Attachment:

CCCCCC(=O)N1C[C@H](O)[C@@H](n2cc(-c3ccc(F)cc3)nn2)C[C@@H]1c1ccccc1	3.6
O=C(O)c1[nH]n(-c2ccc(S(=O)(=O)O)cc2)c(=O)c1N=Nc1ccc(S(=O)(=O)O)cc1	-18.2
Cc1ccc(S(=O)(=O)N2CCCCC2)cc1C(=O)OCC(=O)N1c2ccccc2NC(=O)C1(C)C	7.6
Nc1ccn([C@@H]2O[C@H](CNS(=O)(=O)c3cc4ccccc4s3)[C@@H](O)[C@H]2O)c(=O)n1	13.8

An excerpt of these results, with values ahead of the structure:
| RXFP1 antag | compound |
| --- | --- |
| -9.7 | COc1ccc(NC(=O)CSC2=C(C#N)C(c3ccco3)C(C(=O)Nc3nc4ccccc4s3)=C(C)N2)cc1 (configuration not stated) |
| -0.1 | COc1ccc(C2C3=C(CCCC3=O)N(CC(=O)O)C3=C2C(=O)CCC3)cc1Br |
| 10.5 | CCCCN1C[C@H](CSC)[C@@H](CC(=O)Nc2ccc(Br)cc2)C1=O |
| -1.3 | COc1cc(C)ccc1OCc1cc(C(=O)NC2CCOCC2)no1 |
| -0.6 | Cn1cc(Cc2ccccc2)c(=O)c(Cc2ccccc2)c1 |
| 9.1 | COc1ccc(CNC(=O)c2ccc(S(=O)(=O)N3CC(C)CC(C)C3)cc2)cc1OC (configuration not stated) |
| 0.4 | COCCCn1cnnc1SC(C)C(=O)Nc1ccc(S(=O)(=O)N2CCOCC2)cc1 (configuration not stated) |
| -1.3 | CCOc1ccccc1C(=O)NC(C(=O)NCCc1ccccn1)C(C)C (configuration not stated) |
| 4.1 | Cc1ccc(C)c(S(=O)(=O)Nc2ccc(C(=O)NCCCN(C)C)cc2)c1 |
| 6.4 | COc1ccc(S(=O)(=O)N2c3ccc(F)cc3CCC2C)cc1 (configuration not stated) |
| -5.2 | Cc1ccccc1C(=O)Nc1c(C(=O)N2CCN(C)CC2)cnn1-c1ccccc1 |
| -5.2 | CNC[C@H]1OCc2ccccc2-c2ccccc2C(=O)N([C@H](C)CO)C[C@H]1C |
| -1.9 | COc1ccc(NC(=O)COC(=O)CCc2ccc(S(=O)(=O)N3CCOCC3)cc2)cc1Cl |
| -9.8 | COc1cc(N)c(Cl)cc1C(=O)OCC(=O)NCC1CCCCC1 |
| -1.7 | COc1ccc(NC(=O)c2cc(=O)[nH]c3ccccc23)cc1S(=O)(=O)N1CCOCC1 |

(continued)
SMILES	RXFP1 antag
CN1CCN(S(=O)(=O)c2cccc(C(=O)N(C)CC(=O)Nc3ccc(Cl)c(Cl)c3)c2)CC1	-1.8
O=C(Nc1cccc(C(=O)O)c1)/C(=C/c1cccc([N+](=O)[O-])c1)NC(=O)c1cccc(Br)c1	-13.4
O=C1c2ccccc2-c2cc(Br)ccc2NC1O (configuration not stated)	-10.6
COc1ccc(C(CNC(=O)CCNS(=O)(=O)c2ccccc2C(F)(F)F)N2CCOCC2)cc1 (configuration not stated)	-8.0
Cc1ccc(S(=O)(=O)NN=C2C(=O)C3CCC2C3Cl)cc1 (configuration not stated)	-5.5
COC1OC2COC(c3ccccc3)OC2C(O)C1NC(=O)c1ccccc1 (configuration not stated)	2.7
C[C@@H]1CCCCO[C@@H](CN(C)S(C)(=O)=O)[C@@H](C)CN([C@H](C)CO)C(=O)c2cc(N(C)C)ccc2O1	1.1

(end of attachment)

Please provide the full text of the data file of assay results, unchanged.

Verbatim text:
CCCCCC(=O)N1C[C@H](O)[C@@H](n2cc(-c3ccc(F)cc3)nn2)C[C@@H]1c1ccccc1	3.6
O=C(O)c1[nH]n(-c2ccc(S(=O)(=O)O)cc2)c(=O)c1N=Nc1ccc(S(=O)(=O)O)cc1	-18.2
Cc1ccc(S(=O)(=O)N2CCCCC2)cc1C(=O)OCC(=O)N1c2ccccc2NC(=O)C1(C)C	7.6
Nc1ccn([C@@H]2O[C@H](CNS(=O)(=O)c3cc4ccccc4s3)[C@@H](O)[C@H]2O)c(=O)n1	13.8

An excerpt of these results, with values ahead of the structure:
| RXFP1 antag | compound |
| --- | --- |
| -9.7 | COc1ccc(NC(=O)CSC2=C(C#N)C(c3ccco3)C(C(=O)Nc3nc4ccccc4s3)=C(C)N2)cc1 (configuration not stated) |
| -0.1 | COc1ccc(C2C3=C(CCCC3=O)N(CC(=O)O)C3=C2C(=O)CCC3)cc1Br |
| 10.5 | CCCCN1C[C@H](CSC)[C@@H](CC(=O)Nc2ccc(Br)cc2)C1=O |
| -1.3 | COc1cc(C)ccc1OCc1cc(C(=O)NC2CCOCC2)no1 |
| -0.6 | Cn1cc(Cc2ccccc2)c(=O)c(Cc2ccccc2)c1 |
| 9.1 | COc1ccc(CNC(=O)c2ccc(S(=O)(=O)N3CC(C)CC(C)C3)cc2)cc1OC (configuration not stated) |
| 0.4 | COCCCn1cnnc1SC(C)C(=O)Nc1ccc(S(=O)(=O)N2CCOCC2)cc1 (configuration not stated) |
| -1.3 | CCOc1ccccc1C(=O)NC(C(=O)NCCc1ccccn1)C(C)C (configuration not stated) |
| 4.1 | Cc1ccc(C)c(S(=O)(=O)Nc2ccc(C(=O)NCCCN(C)C)cc2)c1 |
| 6.4 | COc1ccc(S(=O)(=O)N2c3ccc(F)cc3CCC2C)cc1 (configuration not stated) |
| -5.2 | Cc1ccccc1C(=O)Nc1c(C(=O)N2CCN(C)CC2)cnn1-c1ccccc1 |
| -5.2 | CNC[C@H]1OCc2ccccc2-c2ccccc2C(=O)N([C@H](C)CO)C[C@H]1C |
| -1.9 | COc1ccc(NC(=O)COC(=O)CCc2ccc(S(=O)(=O)N3CCOCC3)cc2)cc1Cl |
| -9.8 | COc1cc(N)c(Cl)cc1C(=O)OCC(=O)NCC1CCCCC1 |
| -1.7 | COc1ccc(NC(=O)c2cc(=O)[nH]c3ccccc23)cc1S(=O)(=O)N1CCOCC1 |

(continued)
SMILES	RXFP1 antag
CN1CCN(S(=O)(=O)c2cccc(C(=O)N(C)CC(=O)Nc3ccc(Cl)c(Cl)c3)c2)CC1	-1.8
O=C(Nc1cccc(C(=O)O)c1)/C(=C/c1cccc([N+](=O)[O-])c1)NC(=O)c1cccc(Br)c1	-13.4
O=C1c2ccccc2-c2cc(Br)ccc2NC1O (configuration not stated)	-10.6
COc1ccc(C(CNC(=O)CCNS(=O)(=O)c2ccccc2C(F)(F)F)N2CCOCC2)cc1 (configuration not stated)	-8.0
Cc1ccc(S(=O)(=O)NN=C2C(=O)C3CCC2C3Cl)cc1 (configuration not stated)	-5.5
COC1OC2COC(c3ccccc3)OC2C(O)C1NC(=O)c1ccccc1 (configuration not stated)	2.7
C[C@@H]1CCCCO[C@@H](CN(C)S(C)(=O)=O)[C@@H](C)CN([C@H](C)CO)C(=O)c2cc(N(C)C)ccc2O1	1.1